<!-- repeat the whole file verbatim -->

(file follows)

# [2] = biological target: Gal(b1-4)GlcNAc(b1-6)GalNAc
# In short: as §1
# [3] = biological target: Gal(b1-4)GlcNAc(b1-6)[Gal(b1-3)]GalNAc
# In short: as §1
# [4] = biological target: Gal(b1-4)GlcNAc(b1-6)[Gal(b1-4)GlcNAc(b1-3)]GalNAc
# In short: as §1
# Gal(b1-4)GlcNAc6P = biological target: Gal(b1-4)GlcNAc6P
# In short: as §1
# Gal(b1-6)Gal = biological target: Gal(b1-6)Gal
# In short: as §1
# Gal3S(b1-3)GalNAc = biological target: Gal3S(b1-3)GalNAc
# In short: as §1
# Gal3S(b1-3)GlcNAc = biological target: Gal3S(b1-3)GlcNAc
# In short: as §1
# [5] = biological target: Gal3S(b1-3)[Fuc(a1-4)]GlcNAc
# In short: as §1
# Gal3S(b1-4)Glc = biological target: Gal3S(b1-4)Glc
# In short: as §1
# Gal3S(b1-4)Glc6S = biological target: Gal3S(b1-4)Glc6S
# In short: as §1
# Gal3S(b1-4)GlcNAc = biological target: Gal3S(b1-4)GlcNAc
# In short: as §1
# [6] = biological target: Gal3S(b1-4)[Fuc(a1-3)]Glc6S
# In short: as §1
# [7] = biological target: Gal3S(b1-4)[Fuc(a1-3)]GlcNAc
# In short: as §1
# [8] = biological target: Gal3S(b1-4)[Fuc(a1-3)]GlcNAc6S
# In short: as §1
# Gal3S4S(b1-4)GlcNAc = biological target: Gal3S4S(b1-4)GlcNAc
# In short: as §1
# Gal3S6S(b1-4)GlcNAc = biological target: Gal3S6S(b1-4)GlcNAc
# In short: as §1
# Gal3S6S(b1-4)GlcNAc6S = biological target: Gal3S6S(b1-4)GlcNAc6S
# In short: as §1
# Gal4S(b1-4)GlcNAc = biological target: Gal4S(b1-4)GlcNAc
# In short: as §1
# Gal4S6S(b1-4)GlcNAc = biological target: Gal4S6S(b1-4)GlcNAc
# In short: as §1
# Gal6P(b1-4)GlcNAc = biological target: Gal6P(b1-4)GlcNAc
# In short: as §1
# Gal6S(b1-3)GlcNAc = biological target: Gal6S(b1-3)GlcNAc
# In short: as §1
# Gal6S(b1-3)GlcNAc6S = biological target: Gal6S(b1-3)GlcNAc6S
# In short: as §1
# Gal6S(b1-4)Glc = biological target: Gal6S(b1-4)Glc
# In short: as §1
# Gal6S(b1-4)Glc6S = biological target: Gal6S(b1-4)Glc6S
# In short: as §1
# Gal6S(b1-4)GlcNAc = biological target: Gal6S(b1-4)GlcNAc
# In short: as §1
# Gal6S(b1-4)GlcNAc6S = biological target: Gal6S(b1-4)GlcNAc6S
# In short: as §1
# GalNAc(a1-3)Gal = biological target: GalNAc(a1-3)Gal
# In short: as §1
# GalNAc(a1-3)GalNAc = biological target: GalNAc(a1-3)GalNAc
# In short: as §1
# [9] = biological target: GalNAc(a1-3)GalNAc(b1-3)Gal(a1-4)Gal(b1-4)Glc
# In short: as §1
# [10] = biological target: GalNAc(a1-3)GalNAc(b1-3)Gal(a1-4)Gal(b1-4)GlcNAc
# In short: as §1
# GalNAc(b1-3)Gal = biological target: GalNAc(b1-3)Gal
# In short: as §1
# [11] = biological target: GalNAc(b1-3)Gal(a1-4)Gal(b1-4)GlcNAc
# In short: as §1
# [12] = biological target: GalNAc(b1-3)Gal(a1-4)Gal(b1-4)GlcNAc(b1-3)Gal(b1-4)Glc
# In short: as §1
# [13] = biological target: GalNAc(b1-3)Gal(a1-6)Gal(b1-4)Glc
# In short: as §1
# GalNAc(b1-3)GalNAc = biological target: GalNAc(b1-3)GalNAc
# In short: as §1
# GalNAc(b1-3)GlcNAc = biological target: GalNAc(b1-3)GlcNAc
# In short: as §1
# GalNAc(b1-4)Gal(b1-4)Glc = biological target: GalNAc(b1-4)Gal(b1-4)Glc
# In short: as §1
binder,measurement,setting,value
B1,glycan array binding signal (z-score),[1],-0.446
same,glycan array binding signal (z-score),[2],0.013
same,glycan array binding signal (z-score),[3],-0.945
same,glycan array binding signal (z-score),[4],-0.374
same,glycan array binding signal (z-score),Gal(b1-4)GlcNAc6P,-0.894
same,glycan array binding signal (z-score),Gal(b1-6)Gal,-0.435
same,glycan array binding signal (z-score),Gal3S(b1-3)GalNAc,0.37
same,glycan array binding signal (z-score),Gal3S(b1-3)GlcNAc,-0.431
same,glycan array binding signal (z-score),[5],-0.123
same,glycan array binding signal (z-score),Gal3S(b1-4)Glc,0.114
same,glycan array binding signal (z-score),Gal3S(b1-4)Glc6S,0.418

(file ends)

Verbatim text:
# [2] = biological target: Gal(b1-4)GlcNAc(b1-6)GalNAc
# In short: as §1
# [3] = biological target: Gal(b1-4)GlcNAc(b1-6)[Gal(b1-3)]GalNAc
# In short: as §1
# [4] = biological target: Gal(b1-4)GlcNAc(b1-6)[Gal(b1-4)GlcNAc(b1-3)]GalNAc
# In short: as §1
# Gal(b1-4)GlcNAc6P = biological target: Gal(b1-4)GlcNAc6P
# In short: as §1
# Gal(b1-6)Gal = biological target: Gal(b1-6)Gal
# In short: as §1
# Gal3S(b1-3)GalNAc = biological target: Gal3S(b1-3)GalNAc
# In short: as §1
# Gal3S(b1-3)GlcNAc = biological target: Gal3S(b1-3)GlcNAc
# In short: as §1
# [5] = biological target: Gal3S(b1-3)[Fuc(a1-4)]GlcNAc
# In short: as §1
# Gal3S(b1-4)Glc = biological target: Gal3S(b1-4)Glc
# In short: as §1
# Gal3S(b1-4)Glc6S = biological target: Gal3S(b1-4)Glc6S
# In short: as §1
# Gal3S(b1-4)GlcNAc = biological target: Gal3S(b1-4)GlcNAc
# In short: as §1
# [6] = biological target: Gal3S(b1-4)[Fuc(a1-3)]Glc6S
# In short: as §1
# [7] = biological target: Gal3S(b1-4)[Fuc(a1-3)]GlcNAc
# In short: as §1
# [8] = biological target: Gal3S(b1-4)[Fuc(a1-3)]GlcNAc6S
# In short: as §1
# Gal3S4S(b1-4)GlcNAc = biological target: Gal3S4S(b1-4)GlcNAc
# In short: as §1
# Gal3S6S(b1-4)GlcNAc = biological target: Gal3S6S(b1-4)GlcNAc
# In short: as §1
# Gal3S6S(b1-4)GlcNAc6S = biological target: Gal3S6S(b1-4)GlcNAc6S
# In short: as §1
# Gal4S(b1-4)GlcNAc = biological target: Gal4S(b1-4)GlcNAc
# In short: as §1
# Gal4S6S(b1-4)GlcNAc = biological target: Gal4S6S(b1-4)GlcNAc
# In short: as §1
# Gal6P(b1-4)GlcNAc = biological target: Gal6P(b1-4)GlcNAc
# In short: as §1
# Gal6S(b1-3)GlcNAc = biological target: Gal6S(b1-3)GlcNAc
# In short: as §1
# Gal6S(b1-3)GlcNAc6S = biological target: Gal6S(b1-3)GlcNAc6S
# In short: as §1
# Gal6S(b1-4)Glc = biological target: Gal6S(b1-4)Glc
# In short: as §1
# Gal6S(b1-4)Glc6S = biological target: Gal6S(b1-4)Glc6S
# In short: as §1
# Gal6S(b1-4)GlcNAc = biological target: Gal6S(b1-4)GlcNAc
# In short: as §1
# Gal6S(b1-4)GlcNAc6S = biological target: Gal6S(b1-4)GlcNAc6S
# In short: as §1
# GalNAc(a1-3)Gal = biological target: GalNAc(a1-3)Gal
# In short: as §1
# GalNAc(a1-3)GalNAc = biological target: GalNAc(a1-3)GalNAc
# In short: as §1
# [9] = biological target: GalNAc(a1-3)GalNAc(b1-3)Gal(a1-4)Gal(b1-4)Glc
# In short: as §1
# [10] = biological target: GalNAc(a1-3)GalNAc(b1-3)Gal(a1-4)Gal(b1-4)GlcNAc
# In short: as §1
# GalNAc(b1-3)Gal = biological target: GalNAc(b1-3)Gal
# In short: as §1
# [11] = biological target: GalNAc(b1-3)Gal(a1-4)Gal(b1-4)GlcNAc
# In short: as §1
# [12] = biological target: GalNAc(b1-3)Gal(a1-4)Gal(b1-4)GlcNAc(b1-3)Gal(b1-4)Glc
# In short: as §1
# [13] = biological target: GalNAc(b1-3)Gal(a1-6)Gal(b1-4)Glc
# In short: as §1
# GalNAc(b1-3)GalNAc = biological target: GalNAc(b1-3)GalNAc
# In short: as §1
# GalNAc(b1-3)GlcNAc = biological target: GalNAc(b1-3)GlcNAc
# In short: as §1
# GalNAc(b1-4)Gal(b1-4)Glc = biological target: GalNAc(b1-4)Gal(b1-4)Glc
# In short: as §1
binder,measurement,setting,value
B1,glycan array binding signal (z-score),[1],-0.446
same,glycan array binding signal (z-score),[2],0.013
same,glycan array binding signal (z-score),[3],-0.945
same,glycan array binding signal (z-score),[4],-0.374
same,glycan array binding signal (z-score),Gal(b1-4)GlcNAc6P,-0.894
same,glycan array binding signal (z-score),Gal(b1-6)Gal,-0.435
same,glycan array binding signal (z-score),Gal3S(b1-3)GalNAc,0.37
same,glycan array binding signal (z-score),Gal3S(b1-3)GlcNAc,-0.431
same,glycan array binding signal (z-score),[5],-0.123
same,glycan array binding signal (z-score),Gal3S(b1-4)Glc,0.114
same,glycan array binding signal (z-score),Gal3S(b1-4)Glc6S,0.418